Kifaru Muskeg Review- Part 1

Are you thinking about making the Kifaru Muskeg your latest purchase? Well after getting mine in the mail last week hopefully I can shed some light on my feelings and thoughts about it, and why I think it may be my favorite pack to date after trying well over a dozen different models in the past. There are several things that I am loving about this new design right out of the box.

Duplex Lite Frame

First off I want to mention the new frame which has been paired with the release of the Kifaru Muskeg. The duplex lite is quite possibly the most significant upgrade to this new pack over the hunting frame/woodsman combo I had previously been using. The differences looked subtle at first, and I wondered how much difference I would really notice, but as soon as I tried it on I had no more questions. The simple addition of the horizontal crossmember to the frame makes the frame leaps and bounds more rigid horizontally, which was my only real complain with the older version.Also, although I obviously don't have a ton of time under this pack yet, it seems that the breathability and airflow for the wearer's back will be much better. For someone who sweats a lot, and who has had heat stroke twice, this is also something that I care a bit about. The new lumbar pad on the duplex lite is also a little better in feel in my personal opinion, and as before, Kifaru still has the best hip belt that I have seen on any pack, any where. The hip belt alone is what convinced me to switch to a Kifaru backpack in the first place.DSC03575-2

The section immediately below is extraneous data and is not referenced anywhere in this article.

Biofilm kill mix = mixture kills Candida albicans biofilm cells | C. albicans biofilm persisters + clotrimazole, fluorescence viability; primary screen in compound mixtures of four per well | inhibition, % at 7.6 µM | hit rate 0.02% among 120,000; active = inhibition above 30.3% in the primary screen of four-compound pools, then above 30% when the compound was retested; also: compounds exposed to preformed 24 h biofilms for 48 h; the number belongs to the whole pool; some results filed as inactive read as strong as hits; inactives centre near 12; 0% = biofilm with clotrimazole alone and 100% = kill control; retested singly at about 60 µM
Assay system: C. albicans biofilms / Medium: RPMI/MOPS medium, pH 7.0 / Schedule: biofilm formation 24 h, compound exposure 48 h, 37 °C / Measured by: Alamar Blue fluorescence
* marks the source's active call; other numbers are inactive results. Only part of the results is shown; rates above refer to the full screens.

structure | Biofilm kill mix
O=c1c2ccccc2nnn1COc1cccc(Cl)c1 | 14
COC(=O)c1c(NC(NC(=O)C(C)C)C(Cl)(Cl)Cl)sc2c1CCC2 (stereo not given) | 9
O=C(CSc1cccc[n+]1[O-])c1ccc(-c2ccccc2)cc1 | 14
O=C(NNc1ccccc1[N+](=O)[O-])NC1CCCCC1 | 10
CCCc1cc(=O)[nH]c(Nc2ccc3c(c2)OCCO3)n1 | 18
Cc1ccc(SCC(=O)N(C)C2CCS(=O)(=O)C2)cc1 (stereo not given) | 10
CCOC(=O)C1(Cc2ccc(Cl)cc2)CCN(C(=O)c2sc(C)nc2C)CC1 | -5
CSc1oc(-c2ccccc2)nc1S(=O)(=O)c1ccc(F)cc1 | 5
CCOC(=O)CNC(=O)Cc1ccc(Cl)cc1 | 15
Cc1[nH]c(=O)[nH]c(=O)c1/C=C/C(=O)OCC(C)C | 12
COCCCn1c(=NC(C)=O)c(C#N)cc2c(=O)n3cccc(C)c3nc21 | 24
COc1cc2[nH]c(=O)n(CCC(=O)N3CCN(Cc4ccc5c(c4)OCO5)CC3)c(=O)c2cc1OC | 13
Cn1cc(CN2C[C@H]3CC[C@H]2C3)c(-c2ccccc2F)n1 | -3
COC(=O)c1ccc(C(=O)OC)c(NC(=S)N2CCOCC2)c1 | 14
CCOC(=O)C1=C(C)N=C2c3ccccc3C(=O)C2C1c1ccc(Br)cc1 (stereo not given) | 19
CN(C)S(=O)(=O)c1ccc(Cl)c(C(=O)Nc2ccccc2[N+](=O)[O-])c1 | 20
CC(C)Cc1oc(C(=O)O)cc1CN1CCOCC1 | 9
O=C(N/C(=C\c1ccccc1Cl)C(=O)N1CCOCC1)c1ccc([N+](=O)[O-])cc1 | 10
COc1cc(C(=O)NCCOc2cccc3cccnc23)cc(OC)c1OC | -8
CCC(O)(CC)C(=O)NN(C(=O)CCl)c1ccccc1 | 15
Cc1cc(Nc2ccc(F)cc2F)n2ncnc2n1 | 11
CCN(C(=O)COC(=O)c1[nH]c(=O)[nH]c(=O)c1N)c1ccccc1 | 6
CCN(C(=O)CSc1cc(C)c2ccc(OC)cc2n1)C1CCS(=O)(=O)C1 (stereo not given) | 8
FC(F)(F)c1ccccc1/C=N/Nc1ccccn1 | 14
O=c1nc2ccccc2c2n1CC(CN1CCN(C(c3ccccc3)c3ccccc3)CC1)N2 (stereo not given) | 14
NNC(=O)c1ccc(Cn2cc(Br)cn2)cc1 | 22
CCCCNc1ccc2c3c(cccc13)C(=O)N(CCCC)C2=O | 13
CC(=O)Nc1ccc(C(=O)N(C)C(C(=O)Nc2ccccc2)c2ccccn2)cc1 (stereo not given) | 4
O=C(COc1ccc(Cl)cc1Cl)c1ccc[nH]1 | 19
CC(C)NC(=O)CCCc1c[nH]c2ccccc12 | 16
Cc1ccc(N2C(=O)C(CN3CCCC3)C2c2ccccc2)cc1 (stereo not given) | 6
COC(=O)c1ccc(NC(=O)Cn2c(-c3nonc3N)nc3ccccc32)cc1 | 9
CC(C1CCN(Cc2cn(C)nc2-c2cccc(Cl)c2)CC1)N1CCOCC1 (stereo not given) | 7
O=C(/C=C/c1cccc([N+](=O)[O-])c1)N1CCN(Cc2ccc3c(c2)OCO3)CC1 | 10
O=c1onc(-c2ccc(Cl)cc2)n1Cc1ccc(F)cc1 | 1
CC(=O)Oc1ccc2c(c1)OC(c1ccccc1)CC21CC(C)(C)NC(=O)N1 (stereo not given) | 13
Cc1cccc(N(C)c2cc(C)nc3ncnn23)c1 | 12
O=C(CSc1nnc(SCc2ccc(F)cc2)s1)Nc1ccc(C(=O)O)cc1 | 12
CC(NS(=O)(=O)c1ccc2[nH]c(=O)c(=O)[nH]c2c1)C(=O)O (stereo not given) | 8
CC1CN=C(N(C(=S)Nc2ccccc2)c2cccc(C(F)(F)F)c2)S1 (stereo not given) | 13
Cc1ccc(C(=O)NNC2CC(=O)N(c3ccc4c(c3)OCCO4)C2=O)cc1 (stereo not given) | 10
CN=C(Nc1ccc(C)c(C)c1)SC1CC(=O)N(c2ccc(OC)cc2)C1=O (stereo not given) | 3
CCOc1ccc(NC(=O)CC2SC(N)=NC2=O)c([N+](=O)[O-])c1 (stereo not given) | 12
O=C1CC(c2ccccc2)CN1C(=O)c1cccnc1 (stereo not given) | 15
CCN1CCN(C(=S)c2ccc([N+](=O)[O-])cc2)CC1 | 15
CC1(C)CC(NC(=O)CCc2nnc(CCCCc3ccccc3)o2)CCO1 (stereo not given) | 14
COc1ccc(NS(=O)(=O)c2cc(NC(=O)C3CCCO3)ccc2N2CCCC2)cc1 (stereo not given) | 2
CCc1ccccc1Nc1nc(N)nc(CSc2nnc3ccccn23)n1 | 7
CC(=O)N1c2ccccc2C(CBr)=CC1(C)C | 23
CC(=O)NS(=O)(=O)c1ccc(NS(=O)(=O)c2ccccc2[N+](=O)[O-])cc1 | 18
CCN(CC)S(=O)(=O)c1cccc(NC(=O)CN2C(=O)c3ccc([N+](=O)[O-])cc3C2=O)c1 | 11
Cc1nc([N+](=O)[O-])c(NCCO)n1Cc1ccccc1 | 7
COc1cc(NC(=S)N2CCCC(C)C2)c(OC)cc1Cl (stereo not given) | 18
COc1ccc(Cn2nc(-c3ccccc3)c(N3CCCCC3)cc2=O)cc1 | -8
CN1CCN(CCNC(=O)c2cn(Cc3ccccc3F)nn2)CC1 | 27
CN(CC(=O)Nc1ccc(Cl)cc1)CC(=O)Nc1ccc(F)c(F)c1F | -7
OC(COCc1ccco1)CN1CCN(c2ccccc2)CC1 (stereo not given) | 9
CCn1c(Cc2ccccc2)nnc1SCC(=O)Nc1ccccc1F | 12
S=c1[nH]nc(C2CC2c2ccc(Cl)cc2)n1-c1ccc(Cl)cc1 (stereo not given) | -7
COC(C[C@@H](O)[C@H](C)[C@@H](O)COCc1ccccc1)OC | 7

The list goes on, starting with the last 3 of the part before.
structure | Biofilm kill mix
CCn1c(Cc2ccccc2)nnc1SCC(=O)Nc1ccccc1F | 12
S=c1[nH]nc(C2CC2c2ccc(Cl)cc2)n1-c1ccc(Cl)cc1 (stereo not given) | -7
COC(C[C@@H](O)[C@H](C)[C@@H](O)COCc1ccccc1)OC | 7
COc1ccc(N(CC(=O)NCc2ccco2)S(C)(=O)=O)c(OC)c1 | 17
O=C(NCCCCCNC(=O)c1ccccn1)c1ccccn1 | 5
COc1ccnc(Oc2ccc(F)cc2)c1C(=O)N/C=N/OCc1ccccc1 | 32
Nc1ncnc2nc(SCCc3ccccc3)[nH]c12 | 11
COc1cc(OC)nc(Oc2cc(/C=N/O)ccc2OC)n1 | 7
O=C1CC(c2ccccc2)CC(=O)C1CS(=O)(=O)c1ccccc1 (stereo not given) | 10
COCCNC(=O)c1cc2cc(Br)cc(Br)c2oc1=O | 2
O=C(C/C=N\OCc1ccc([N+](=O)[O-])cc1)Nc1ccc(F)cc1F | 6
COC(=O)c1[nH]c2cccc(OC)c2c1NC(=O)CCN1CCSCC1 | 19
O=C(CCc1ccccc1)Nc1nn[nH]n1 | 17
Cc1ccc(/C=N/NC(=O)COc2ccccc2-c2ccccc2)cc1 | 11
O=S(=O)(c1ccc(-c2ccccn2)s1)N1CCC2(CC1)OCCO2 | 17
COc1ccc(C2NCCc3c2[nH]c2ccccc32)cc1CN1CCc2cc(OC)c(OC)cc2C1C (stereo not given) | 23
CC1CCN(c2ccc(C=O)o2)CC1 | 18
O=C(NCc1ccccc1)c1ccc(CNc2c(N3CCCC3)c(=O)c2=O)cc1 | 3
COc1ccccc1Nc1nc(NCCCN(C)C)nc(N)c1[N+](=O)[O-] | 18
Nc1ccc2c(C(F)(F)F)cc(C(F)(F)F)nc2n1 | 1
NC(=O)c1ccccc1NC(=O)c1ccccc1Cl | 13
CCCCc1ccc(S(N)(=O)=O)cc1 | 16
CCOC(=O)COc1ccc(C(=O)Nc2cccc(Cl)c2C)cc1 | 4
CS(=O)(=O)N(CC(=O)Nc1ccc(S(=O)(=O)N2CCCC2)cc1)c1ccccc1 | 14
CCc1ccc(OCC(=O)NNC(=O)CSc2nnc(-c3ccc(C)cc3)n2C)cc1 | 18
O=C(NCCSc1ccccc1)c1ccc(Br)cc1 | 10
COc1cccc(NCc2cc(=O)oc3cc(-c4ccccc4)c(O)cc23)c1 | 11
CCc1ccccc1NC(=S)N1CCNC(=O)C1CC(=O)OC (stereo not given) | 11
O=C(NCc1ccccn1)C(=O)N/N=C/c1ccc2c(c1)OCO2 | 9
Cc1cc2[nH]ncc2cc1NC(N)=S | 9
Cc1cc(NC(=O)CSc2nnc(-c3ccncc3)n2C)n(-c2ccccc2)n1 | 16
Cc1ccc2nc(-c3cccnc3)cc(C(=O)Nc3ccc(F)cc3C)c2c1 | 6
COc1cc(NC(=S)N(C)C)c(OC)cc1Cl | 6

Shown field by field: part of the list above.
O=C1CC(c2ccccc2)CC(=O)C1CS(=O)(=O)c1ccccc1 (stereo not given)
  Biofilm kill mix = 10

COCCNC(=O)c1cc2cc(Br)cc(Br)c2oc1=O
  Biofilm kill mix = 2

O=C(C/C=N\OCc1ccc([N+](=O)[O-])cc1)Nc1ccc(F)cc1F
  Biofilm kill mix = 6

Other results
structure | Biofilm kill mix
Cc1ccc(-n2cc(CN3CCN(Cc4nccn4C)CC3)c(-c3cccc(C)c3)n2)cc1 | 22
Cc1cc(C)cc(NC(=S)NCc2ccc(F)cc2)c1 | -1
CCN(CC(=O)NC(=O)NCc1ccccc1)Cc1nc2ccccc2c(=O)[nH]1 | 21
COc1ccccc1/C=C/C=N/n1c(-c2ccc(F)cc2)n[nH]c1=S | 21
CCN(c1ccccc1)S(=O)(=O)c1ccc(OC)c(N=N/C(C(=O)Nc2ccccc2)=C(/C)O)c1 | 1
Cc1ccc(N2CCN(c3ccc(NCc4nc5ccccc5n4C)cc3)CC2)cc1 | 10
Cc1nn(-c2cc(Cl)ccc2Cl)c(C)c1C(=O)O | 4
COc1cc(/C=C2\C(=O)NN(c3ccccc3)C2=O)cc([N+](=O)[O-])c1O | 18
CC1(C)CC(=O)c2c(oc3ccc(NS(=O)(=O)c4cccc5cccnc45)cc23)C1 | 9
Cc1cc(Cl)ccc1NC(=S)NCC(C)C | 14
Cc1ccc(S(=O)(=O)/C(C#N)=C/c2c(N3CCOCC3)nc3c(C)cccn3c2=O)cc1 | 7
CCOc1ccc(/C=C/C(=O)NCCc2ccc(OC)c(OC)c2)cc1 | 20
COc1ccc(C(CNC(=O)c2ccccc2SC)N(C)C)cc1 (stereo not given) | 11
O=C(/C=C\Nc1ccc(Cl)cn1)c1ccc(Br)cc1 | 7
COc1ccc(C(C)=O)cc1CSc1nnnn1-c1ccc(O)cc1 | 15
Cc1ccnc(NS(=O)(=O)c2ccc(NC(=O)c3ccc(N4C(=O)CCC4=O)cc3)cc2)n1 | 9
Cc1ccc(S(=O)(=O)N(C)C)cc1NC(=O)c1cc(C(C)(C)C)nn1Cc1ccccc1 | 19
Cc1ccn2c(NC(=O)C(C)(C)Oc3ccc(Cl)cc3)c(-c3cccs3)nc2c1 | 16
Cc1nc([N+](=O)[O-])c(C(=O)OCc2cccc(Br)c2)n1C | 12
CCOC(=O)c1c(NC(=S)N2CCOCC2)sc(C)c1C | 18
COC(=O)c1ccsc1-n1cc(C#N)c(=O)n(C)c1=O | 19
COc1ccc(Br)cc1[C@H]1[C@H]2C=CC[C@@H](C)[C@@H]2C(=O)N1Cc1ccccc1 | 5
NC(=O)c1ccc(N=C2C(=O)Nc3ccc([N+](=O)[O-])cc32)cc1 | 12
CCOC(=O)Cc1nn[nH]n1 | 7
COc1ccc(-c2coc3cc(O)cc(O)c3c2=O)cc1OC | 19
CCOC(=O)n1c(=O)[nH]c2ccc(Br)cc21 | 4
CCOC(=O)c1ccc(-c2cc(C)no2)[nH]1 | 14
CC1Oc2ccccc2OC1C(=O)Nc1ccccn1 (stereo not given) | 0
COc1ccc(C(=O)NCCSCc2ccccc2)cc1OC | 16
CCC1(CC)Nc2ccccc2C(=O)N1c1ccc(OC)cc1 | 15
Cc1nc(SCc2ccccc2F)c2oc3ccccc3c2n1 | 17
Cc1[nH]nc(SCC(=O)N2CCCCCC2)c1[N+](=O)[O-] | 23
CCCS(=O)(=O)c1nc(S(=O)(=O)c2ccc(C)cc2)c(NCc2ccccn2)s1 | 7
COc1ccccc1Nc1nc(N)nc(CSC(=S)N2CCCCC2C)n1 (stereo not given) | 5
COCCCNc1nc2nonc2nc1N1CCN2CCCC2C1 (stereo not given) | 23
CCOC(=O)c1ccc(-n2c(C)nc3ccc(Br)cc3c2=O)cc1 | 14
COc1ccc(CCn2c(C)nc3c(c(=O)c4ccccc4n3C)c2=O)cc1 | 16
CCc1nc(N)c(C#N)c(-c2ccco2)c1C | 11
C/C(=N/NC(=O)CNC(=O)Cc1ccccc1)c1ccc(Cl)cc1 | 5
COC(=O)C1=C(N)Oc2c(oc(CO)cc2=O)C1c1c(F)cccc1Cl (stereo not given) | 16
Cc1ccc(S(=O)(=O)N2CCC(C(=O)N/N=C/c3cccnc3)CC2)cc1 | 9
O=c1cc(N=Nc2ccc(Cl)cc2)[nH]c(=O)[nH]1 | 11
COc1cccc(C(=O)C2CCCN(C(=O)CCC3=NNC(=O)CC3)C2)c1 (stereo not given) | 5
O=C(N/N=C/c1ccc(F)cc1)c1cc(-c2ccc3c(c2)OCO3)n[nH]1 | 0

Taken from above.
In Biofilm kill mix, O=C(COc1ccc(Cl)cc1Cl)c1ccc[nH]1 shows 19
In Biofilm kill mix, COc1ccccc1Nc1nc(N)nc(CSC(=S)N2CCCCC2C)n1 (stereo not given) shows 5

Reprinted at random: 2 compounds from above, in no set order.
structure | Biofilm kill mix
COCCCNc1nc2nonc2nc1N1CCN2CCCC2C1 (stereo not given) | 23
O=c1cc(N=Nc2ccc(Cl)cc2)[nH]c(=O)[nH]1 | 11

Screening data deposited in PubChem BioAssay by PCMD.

Muskeg 3000